Last Updated on 2022-11-27 | Originally Posted on 2021-01-29
As a piano teacher, I find myself doing lots of things besides teaching lessons. For instance, I’ve added sanitizing skills to my arsenal! That includes supplying hydrogen peroxide and clean clothes to make sure the piano keys stay Covid-free! One of the more normal side activities is to speak to parents about teaching their kids. This happens a lot at the beginning of each semester. Turnover is part of the business due to the number of families that move into and out of our area each year.
Last Updated on 2022-11-28 | Originally Posted on 2020-09-04
It began as a teenager…
The four Chopin Scherzi have always had a special place in my heart. I was looking for a flashy piece to play for a local scholarship competition when I was a senior in high school. My teacher Susan Starr suggested that I learn the first scherzo, though it would be a tough go to learn in just three weeks, with at most two lessons beforehand. It was tough to learn, and I didn’t learn it well enough to place in the competition. I did end up playing for one of the winners, though, as a collaborative pianist!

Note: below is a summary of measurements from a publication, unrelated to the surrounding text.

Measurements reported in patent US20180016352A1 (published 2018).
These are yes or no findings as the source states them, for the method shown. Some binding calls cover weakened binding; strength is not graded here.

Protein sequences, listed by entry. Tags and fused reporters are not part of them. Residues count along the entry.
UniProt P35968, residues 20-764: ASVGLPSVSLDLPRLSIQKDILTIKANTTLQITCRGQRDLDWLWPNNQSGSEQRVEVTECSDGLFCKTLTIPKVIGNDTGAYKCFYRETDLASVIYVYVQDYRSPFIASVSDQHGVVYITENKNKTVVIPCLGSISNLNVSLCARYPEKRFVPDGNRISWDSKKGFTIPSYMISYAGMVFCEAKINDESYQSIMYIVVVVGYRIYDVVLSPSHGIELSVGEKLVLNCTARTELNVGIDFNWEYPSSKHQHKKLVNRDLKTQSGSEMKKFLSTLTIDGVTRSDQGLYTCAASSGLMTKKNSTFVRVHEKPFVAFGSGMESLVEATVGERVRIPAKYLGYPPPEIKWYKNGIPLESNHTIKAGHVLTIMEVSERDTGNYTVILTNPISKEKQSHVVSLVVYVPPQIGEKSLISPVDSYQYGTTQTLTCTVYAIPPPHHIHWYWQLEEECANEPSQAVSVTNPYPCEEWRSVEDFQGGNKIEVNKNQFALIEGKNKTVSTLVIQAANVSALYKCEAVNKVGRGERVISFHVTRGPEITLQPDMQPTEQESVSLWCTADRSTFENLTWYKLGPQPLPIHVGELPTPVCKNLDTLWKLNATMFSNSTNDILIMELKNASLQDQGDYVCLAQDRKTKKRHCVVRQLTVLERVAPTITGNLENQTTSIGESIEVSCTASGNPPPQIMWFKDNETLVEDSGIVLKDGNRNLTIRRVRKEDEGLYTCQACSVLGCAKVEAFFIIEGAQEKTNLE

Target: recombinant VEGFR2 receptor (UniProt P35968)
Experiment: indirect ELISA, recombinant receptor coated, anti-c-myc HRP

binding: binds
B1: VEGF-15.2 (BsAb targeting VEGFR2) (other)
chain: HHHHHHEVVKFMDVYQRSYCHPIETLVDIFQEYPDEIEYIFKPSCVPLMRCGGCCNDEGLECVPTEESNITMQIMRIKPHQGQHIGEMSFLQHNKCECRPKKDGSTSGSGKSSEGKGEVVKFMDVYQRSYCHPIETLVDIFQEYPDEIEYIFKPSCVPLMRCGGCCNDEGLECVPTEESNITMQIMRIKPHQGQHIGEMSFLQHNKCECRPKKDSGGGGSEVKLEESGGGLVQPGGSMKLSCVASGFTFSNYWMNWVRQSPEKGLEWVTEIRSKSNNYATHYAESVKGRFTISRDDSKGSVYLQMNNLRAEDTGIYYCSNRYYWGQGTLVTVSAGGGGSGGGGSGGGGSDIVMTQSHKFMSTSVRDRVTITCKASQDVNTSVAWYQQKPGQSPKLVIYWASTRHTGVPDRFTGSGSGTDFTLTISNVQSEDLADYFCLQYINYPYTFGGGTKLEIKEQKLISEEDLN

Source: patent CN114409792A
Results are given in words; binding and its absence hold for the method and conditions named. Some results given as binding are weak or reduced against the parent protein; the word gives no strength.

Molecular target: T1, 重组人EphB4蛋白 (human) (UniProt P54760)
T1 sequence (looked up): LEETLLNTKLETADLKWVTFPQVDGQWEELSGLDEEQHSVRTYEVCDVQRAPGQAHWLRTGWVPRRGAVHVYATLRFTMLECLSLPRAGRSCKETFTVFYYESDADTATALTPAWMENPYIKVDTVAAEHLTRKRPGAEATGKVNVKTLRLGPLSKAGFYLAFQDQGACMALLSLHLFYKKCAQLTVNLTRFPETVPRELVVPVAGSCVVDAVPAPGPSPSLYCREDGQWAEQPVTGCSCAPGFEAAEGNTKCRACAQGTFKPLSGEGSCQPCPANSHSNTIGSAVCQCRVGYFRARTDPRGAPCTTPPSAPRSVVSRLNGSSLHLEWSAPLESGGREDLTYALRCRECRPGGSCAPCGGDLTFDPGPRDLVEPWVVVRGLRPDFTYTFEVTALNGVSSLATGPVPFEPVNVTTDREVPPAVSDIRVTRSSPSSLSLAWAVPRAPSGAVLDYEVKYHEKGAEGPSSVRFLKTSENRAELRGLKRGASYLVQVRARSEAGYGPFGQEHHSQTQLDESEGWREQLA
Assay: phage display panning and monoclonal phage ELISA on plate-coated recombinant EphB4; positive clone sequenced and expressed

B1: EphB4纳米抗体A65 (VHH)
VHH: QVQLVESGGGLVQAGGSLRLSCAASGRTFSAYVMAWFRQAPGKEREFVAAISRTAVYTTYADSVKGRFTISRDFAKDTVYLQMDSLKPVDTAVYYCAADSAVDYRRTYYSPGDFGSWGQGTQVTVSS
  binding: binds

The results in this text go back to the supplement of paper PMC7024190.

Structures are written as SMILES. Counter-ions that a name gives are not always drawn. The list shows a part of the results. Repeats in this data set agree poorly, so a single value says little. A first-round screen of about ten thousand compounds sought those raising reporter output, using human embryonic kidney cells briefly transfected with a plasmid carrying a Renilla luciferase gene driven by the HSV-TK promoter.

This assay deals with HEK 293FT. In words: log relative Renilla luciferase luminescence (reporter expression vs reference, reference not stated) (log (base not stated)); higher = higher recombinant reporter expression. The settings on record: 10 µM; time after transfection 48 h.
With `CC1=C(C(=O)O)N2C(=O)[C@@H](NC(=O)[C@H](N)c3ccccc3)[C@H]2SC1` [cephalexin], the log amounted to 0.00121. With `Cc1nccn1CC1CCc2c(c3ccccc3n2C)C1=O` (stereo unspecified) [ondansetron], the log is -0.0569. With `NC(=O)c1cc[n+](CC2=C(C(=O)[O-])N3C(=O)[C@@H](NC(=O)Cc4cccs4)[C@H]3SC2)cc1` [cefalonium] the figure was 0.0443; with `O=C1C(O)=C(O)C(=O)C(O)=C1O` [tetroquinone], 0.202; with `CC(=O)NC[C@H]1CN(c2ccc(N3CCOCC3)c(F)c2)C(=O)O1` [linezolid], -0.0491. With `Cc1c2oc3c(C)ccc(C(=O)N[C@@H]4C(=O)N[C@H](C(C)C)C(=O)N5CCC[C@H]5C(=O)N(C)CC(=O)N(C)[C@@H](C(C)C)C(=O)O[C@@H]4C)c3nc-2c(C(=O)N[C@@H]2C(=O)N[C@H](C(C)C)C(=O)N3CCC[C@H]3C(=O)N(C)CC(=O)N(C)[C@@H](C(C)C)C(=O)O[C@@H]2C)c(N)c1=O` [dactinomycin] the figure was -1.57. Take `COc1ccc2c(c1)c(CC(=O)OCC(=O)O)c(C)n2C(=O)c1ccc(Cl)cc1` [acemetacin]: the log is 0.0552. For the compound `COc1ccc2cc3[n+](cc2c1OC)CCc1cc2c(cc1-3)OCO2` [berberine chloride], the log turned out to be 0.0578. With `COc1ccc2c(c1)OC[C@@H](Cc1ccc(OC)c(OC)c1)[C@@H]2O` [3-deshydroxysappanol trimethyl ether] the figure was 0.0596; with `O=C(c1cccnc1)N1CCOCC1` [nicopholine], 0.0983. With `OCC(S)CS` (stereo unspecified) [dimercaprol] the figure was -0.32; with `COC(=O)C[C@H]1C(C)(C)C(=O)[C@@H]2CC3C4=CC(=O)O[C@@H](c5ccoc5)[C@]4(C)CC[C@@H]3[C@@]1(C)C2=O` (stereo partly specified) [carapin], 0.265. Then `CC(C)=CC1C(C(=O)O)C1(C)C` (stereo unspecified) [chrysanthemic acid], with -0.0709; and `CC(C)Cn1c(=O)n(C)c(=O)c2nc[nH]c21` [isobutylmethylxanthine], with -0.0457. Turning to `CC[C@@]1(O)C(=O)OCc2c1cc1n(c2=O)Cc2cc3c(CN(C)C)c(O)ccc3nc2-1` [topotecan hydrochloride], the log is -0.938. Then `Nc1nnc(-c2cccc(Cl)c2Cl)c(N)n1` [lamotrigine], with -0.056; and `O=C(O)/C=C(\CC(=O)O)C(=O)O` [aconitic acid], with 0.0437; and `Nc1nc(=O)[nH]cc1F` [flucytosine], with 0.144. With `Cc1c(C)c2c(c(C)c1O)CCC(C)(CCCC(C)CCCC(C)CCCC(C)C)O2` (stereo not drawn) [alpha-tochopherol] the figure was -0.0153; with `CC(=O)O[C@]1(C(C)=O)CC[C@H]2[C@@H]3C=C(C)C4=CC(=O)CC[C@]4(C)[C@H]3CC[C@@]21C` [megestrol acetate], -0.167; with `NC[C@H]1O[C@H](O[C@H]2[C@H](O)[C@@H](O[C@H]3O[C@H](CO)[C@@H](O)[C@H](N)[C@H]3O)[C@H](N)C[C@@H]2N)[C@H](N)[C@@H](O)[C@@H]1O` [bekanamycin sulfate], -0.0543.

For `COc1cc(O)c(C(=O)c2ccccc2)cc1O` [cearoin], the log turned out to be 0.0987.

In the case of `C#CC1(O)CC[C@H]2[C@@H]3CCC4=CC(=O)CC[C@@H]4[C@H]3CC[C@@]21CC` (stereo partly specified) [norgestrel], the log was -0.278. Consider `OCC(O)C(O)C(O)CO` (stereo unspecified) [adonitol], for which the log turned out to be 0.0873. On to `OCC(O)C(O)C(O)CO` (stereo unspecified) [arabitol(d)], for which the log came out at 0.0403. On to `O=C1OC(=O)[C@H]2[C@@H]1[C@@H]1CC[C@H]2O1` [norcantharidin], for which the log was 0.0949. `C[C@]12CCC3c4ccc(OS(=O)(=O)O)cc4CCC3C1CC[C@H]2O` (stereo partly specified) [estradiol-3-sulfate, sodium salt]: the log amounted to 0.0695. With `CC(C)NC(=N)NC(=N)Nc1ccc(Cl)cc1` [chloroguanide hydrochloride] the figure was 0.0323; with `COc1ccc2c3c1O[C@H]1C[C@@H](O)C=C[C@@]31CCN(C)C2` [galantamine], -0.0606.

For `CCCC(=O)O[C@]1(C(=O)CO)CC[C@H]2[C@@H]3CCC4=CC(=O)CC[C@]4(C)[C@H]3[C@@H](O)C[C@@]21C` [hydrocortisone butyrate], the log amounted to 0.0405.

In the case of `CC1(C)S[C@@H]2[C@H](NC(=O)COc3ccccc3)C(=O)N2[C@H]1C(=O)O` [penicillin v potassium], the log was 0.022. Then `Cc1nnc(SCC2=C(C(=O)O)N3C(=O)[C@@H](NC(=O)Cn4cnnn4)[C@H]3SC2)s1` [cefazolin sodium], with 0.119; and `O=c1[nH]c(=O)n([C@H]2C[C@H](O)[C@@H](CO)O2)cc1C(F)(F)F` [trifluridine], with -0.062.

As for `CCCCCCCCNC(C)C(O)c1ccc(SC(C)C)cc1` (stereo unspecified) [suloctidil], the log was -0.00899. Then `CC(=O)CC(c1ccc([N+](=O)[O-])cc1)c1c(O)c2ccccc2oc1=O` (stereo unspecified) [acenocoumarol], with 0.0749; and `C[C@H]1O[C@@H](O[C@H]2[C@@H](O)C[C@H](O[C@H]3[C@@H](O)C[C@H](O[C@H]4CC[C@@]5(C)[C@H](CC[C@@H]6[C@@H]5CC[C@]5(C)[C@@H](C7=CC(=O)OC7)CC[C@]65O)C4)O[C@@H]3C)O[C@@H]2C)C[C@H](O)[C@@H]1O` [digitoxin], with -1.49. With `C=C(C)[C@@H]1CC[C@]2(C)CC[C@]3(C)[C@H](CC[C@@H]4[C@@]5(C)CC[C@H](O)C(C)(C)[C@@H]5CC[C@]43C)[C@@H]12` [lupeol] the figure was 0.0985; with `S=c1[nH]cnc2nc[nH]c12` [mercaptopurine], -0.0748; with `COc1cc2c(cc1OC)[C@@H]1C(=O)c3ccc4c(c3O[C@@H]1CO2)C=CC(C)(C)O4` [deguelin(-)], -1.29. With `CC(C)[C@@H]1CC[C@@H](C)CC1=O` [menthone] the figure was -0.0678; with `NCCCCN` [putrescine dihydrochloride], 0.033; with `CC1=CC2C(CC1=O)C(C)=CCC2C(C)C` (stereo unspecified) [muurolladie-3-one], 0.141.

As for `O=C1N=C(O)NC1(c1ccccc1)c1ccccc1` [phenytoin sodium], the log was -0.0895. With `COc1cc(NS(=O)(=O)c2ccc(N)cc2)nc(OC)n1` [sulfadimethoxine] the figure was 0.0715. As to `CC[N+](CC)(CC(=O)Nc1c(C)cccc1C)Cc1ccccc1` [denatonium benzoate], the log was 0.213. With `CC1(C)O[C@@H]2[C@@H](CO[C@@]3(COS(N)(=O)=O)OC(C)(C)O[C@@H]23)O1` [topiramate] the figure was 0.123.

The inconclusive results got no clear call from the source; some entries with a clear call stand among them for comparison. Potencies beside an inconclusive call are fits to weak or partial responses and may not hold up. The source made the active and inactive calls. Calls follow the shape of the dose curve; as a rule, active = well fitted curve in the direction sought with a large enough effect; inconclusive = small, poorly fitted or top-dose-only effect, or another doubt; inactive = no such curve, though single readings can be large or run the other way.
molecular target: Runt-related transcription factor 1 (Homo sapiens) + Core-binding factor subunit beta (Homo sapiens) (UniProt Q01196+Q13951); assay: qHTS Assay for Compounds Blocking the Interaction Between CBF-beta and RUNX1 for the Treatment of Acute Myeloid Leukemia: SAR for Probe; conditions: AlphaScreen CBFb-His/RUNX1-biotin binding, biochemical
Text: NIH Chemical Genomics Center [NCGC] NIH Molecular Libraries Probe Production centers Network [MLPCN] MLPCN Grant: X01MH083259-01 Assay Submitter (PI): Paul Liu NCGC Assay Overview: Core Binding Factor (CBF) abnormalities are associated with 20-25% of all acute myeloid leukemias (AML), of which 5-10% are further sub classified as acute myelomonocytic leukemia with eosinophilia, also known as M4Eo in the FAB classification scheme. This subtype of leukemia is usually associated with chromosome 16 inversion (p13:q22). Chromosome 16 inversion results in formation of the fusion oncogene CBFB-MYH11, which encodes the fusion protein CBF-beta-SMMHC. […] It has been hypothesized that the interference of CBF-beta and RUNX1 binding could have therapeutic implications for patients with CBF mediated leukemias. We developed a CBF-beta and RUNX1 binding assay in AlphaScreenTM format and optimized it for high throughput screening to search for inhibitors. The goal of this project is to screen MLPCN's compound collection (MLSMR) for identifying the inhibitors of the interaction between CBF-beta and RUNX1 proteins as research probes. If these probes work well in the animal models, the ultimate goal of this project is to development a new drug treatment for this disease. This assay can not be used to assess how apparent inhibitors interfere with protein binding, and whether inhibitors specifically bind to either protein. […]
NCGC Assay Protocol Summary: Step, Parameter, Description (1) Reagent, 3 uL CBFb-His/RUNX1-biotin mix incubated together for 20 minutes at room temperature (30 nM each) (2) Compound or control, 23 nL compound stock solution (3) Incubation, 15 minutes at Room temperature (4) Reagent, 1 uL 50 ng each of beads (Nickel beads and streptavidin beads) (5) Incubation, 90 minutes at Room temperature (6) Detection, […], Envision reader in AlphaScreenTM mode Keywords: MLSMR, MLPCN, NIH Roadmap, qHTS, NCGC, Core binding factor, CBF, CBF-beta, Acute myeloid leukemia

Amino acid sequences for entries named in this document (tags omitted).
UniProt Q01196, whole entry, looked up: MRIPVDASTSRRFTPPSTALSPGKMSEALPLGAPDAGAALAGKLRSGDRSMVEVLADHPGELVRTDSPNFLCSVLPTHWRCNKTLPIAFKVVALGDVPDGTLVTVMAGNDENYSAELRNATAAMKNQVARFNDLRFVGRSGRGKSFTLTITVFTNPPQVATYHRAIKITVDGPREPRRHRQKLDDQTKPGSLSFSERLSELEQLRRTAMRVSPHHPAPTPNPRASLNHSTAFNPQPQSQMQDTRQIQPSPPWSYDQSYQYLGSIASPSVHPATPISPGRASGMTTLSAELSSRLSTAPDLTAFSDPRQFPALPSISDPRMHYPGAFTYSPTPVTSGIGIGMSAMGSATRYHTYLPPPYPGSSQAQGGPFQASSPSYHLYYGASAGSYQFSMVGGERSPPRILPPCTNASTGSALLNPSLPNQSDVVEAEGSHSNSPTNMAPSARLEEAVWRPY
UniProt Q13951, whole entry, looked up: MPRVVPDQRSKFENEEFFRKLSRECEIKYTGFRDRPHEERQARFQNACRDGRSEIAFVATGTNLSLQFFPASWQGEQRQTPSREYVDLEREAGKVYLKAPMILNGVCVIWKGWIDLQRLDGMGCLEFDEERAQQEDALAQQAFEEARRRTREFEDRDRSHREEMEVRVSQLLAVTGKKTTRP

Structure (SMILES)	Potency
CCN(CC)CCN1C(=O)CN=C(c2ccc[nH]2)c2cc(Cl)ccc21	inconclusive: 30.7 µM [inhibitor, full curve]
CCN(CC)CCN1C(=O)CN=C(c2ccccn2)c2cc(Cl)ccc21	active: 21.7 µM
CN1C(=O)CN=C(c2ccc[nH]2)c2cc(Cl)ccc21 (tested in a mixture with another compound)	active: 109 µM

Last Updated on 2020-12-30 | Originally Posted on 2019-11-15
Six of my students from Shepherd Music School and one of my private students participated in the annual Sonatina Celebration held at NorthWest Arkansas Community College (NWACC) on November 9, 2019. I didn’t post on last year’s festival, but you can read my first go-round at the Sonatina Celebration in 2017. The group sponsoring this, the NW Arkansas Music Teachers Association, is a local affiliate of the National Music Teachers Association (MTNA). This particular festival was started by the group in 1995 to give students an additional chance to perform with no other testing included.
Last Updated on 2022-10-30 | Originally Posted on 2019-11-01